Would you believe a scandalous story about your mother that was told by someone who loved neither her, nor you?
Most of us are not famous. We do not face the morning papers with delight or dread at the prospect of an article or an op-ed piece that paints us in a good or bad light. Our relationships are more direct, less mediated by third parties.
Still, some of us get our moment in the news. This is Washington, and sometimes our employers or organizations get the spotlight for at least a moment. Friends or family members enjoy or hate their fifteen minutes of fame.
We have some taste of how unfair and inaccurate even the simplest and most straightforward news coverage can be. If we are honest with ourselves, that little insight makes us highly skeptical of everything we read, watch, or hear about other folks. We know it is not the whole story, not enough to claim we know a person or an event accurately and fairly. The simple process of preparing a news story is itself enough to distort a person’s character simply by emphasizing the immediately interesting and omitting the everyday experience.
We would not allow CNN or the Washington Post to change our minds about someone we know well. We would discredit Fox News or Drudge before we took their word over the story we heard from our close friend or family member. This would be the most common of common sense.
Oddly, though, many American Catholics allow an assortment of strangers and enemies to shape their knowledge and understanding of the Church. Journalists and academics, even when being faithful to the standards of their profession, do not seek to understand or explain the faith and life of the Catholic Church according to criteria or characteristics valued by her faithful ministers or members, much less her divine Founder.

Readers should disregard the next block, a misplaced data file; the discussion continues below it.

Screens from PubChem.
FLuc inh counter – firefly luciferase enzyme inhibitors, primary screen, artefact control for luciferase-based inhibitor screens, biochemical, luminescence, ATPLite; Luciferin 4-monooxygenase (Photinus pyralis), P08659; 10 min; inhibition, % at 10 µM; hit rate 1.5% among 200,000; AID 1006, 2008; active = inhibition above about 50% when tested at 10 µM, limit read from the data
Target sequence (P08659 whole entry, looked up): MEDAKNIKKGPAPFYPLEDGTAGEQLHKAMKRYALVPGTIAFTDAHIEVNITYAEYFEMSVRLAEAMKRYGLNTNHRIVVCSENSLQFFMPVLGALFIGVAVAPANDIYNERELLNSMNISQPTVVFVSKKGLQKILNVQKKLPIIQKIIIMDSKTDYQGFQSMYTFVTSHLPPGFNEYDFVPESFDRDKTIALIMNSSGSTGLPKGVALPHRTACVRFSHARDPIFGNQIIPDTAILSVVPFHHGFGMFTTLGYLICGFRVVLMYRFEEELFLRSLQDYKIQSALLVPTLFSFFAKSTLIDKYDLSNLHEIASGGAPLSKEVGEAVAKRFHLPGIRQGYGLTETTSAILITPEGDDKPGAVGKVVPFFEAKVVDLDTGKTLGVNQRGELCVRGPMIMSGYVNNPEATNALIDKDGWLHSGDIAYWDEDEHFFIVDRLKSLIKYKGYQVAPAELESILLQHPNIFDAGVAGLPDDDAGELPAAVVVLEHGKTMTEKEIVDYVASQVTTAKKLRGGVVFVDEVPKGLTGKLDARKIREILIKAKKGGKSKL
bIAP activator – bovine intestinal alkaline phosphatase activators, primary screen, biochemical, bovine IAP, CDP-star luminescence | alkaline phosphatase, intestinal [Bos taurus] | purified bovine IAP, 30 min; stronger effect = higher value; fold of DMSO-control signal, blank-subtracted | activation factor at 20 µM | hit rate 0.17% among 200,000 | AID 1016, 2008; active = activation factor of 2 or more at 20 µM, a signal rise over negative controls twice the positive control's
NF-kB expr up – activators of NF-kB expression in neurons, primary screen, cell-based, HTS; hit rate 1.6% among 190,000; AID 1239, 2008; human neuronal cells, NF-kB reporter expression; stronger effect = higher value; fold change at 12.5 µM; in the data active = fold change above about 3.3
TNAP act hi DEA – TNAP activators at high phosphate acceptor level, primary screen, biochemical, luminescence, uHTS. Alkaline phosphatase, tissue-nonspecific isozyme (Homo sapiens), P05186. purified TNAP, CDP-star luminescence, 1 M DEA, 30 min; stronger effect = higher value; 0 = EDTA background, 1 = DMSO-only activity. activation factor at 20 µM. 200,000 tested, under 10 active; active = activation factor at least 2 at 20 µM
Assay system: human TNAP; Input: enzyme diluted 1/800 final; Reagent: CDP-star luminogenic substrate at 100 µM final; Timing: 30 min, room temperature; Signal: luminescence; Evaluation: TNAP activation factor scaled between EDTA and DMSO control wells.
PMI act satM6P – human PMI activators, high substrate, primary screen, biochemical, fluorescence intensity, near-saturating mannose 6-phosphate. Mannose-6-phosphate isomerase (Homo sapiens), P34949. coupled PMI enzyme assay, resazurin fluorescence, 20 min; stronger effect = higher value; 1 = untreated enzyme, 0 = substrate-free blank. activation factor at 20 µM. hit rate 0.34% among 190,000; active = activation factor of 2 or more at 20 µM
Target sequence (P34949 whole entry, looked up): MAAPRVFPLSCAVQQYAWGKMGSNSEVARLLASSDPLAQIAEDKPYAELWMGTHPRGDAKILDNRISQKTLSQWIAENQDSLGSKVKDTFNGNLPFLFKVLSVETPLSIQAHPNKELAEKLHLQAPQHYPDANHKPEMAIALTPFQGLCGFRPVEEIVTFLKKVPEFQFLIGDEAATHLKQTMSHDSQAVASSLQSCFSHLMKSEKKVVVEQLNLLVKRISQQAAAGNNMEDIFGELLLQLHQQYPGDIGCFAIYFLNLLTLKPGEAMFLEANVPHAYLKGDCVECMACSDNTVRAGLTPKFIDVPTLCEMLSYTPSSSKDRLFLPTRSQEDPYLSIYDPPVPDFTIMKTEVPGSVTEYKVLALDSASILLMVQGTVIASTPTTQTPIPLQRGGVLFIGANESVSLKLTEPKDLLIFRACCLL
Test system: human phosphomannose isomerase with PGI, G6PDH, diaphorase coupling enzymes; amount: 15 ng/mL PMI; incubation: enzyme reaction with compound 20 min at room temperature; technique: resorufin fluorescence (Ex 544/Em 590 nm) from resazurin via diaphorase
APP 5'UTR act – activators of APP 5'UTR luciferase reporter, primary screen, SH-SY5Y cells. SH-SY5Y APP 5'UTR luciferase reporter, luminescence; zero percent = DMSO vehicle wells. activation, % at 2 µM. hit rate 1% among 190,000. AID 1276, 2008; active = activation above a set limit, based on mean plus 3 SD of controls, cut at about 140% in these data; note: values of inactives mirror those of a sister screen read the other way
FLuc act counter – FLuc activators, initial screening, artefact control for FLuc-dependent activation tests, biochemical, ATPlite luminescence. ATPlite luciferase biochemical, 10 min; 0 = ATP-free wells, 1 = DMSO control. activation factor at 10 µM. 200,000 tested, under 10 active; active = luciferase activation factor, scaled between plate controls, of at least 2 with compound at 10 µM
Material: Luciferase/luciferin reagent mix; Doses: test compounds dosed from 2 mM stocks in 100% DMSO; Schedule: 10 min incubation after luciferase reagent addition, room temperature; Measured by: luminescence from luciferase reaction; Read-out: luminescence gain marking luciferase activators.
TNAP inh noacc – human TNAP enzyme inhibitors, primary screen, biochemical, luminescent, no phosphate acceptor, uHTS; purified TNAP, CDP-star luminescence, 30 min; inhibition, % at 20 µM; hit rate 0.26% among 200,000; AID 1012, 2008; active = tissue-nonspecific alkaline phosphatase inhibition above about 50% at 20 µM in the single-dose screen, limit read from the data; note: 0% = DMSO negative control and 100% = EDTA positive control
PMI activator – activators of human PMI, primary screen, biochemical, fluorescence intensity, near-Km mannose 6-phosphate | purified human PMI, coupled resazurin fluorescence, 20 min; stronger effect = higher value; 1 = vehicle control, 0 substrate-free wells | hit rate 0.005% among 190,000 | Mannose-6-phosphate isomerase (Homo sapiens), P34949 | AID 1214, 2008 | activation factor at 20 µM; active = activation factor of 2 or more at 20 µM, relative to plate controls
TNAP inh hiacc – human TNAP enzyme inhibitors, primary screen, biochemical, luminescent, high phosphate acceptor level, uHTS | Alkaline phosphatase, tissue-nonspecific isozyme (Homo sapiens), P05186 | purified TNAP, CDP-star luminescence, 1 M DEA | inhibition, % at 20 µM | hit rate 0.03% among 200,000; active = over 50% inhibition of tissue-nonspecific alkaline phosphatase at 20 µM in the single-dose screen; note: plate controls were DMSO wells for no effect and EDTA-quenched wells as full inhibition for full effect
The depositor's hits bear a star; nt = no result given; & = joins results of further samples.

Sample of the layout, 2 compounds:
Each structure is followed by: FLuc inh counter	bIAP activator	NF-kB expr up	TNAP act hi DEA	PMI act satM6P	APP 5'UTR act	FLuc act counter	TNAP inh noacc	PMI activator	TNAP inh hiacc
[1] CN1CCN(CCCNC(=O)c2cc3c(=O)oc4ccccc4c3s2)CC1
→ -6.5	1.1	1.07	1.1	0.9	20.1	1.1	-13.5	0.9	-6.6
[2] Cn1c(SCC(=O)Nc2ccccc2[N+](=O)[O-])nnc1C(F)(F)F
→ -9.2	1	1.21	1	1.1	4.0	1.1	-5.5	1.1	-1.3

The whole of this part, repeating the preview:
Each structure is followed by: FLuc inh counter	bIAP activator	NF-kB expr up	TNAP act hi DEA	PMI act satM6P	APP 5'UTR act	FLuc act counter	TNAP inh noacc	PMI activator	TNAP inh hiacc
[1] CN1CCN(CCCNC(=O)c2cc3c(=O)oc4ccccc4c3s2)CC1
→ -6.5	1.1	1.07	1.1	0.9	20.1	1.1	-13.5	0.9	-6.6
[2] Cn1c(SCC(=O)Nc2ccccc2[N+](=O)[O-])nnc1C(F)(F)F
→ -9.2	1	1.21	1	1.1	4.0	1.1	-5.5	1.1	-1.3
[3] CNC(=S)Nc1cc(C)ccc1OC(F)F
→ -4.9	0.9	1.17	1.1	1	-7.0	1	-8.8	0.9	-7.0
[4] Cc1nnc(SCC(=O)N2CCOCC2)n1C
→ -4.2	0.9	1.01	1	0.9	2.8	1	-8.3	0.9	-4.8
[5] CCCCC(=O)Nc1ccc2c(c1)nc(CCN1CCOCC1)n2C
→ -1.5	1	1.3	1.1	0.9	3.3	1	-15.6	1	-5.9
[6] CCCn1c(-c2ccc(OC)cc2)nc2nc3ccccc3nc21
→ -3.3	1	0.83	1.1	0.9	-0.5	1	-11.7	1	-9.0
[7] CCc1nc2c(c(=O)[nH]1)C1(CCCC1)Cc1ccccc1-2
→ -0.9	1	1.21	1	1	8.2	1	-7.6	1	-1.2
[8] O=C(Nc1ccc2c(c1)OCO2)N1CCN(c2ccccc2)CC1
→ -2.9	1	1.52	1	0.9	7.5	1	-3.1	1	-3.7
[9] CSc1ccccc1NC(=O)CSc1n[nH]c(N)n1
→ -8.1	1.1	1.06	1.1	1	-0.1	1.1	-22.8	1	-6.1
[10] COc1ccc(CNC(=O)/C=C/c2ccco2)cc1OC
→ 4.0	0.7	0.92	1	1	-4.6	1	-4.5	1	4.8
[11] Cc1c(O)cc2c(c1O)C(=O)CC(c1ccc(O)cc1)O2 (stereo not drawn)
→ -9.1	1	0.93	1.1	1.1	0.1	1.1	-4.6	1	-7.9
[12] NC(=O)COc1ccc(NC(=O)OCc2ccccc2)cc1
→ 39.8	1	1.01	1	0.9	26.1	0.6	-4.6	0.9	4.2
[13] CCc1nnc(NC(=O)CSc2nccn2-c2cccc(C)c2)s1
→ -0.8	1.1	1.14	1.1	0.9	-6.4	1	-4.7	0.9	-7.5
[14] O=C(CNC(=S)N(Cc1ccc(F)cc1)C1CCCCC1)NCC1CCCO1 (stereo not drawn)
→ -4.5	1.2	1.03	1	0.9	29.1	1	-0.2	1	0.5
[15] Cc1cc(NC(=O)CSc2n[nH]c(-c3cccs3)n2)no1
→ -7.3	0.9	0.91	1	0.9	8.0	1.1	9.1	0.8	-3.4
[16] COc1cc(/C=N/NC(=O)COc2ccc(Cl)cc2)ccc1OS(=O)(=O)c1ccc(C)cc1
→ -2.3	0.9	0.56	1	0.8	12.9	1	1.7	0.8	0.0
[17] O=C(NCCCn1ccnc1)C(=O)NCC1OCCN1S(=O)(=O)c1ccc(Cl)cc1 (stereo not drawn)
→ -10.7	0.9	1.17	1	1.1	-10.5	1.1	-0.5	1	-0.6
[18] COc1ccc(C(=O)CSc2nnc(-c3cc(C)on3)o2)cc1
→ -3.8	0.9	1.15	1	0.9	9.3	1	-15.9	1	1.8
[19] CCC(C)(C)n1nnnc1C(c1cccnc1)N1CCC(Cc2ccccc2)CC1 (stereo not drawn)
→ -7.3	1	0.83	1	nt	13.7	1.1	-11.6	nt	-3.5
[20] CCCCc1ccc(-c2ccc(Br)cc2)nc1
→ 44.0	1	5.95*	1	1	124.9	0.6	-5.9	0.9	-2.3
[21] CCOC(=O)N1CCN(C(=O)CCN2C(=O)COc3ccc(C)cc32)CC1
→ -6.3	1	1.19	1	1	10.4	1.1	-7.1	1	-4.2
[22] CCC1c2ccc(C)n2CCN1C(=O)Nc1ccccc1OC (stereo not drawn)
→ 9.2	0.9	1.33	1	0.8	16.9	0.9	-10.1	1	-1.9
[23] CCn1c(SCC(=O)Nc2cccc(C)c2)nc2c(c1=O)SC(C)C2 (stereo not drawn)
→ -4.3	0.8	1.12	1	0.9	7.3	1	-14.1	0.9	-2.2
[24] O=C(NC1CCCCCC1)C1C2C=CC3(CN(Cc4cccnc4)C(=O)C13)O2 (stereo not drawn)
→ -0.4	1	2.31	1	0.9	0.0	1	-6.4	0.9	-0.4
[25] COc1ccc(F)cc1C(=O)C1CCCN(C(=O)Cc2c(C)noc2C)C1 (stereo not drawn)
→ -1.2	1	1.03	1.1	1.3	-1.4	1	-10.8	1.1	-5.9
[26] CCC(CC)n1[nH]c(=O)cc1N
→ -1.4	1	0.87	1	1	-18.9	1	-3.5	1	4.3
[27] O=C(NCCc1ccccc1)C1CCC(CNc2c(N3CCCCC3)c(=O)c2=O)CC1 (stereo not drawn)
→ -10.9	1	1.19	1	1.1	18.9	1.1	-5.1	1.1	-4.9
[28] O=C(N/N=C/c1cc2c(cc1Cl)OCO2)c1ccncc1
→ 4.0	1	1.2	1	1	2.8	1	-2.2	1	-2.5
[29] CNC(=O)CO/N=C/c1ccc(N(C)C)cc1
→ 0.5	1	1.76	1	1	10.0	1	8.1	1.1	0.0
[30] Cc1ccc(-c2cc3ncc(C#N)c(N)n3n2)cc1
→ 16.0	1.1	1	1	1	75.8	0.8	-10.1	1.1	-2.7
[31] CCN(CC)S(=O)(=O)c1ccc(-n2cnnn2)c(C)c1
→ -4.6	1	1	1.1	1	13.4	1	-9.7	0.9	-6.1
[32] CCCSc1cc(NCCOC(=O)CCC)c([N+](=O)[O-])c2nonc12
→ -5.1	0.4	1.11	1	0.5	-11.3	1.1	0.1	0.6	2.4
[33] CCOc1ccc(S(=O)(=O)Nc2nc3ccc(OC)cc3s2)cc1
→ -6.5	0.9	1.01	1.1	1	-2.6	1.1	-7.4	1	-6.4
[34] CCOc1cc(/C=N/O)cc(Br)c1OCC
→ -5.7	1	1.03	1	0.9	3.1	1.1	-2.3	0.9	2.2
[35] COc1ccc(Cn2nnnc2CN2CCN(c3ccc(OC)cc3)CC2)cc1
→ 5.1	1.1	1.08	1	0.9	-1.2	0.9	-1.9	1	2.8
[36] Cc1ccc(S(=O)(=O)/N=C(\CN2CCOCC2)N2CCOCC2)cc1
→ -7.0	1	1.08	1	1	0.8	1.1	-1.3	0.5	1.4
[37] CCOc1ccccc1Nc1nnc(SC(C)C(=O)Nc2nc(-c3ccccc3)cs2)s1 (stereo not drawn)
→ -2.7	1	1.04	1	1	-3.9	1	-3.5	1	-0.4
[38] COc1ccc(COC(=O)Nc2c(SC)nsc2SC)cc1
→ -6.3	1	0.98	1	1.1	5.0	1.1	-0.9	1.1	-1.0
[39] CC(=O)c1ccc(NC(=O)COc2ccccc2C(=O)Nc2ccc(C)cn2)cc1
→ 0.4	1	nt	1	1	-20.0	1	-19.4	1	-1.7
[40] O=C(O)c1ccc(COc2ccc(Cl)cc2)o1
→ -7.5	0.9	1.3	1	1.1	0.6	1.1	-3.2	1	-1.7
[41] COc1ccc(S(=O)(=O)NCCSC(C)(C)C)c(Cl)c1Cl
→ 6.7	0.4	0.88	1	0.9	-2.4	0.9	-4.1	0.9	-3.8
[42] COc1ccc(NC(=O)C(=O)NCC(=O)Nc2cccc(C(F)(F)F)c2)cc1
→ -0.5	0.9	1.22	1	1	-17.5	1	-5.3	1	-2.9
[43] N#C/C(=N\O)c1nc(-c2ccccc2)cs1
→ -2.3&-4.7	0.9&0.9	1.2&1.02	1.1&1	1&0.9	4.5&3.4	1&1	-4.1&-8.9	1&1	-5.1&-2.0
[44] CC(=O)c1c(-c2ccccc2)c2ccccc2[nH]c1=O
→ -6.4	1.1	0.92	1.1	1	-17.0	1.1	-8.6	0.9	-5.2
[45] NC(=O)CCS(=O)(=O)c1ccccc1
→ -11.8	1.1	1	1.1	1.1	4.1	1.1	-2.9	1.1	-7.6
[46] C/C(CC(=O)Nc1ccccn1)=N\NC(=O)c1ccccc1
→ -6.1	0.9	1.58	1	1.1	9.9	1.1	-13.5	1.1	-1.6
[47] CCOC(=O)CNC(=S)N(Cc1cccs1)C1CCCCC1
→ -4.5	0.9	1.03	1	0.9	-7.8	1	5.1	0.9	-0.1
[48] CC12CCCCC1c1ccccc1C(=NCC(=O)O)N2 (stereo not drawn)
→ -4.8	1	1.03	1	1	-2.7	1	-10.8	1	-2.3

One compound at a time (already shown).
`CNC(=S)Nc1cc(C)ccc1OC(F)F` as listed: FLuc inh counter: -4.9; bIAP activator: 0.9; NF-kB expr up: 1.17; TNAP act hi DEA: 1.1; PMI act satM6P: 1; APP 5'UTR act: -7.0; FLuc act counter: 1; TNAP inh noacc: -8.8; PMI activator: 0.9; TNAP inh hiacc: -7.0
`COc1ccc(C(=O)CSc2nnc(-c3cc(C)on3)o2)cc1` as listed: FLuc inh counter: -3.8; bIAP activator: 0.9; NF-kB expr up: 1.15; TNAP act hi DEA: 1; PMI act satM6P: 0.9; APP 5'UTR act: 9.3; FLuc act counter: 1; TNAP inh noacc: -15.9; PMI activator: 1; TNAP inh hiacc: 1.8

In seeking the story or sensation, journalists have no time for the mundane reality of daily prayer and penance. In explaining her actions and history, academics resort too often to measures of power and politics. We wouldn’t believe this stuff if they were saying it about our moms, so why should we credit it when they are talking about Holy Mother, the Church?
That’s what Father Jim Barron, a gifted Chicago priest, theologian, and teacher, and a number of his friends decided. They have compiled a ten-episode video series entitled Catholicism that explains the Church in terms Jesus would have used, and ways people who know her best can recognize her. They traveled the globe to speak of every aspect of her life in front of the most vivid, and often most beautiful, examples of those elements.
Some of the episodes are being run on public television – MPT carried two. The ten-DVD series is easily available on the internet. Episodes will be shown and discussed by several groups in the parish in coming months. You should give your attention to this lesson. It is an opportunity, rare enough these days, to learn about the Church from someone who loves both her, and you.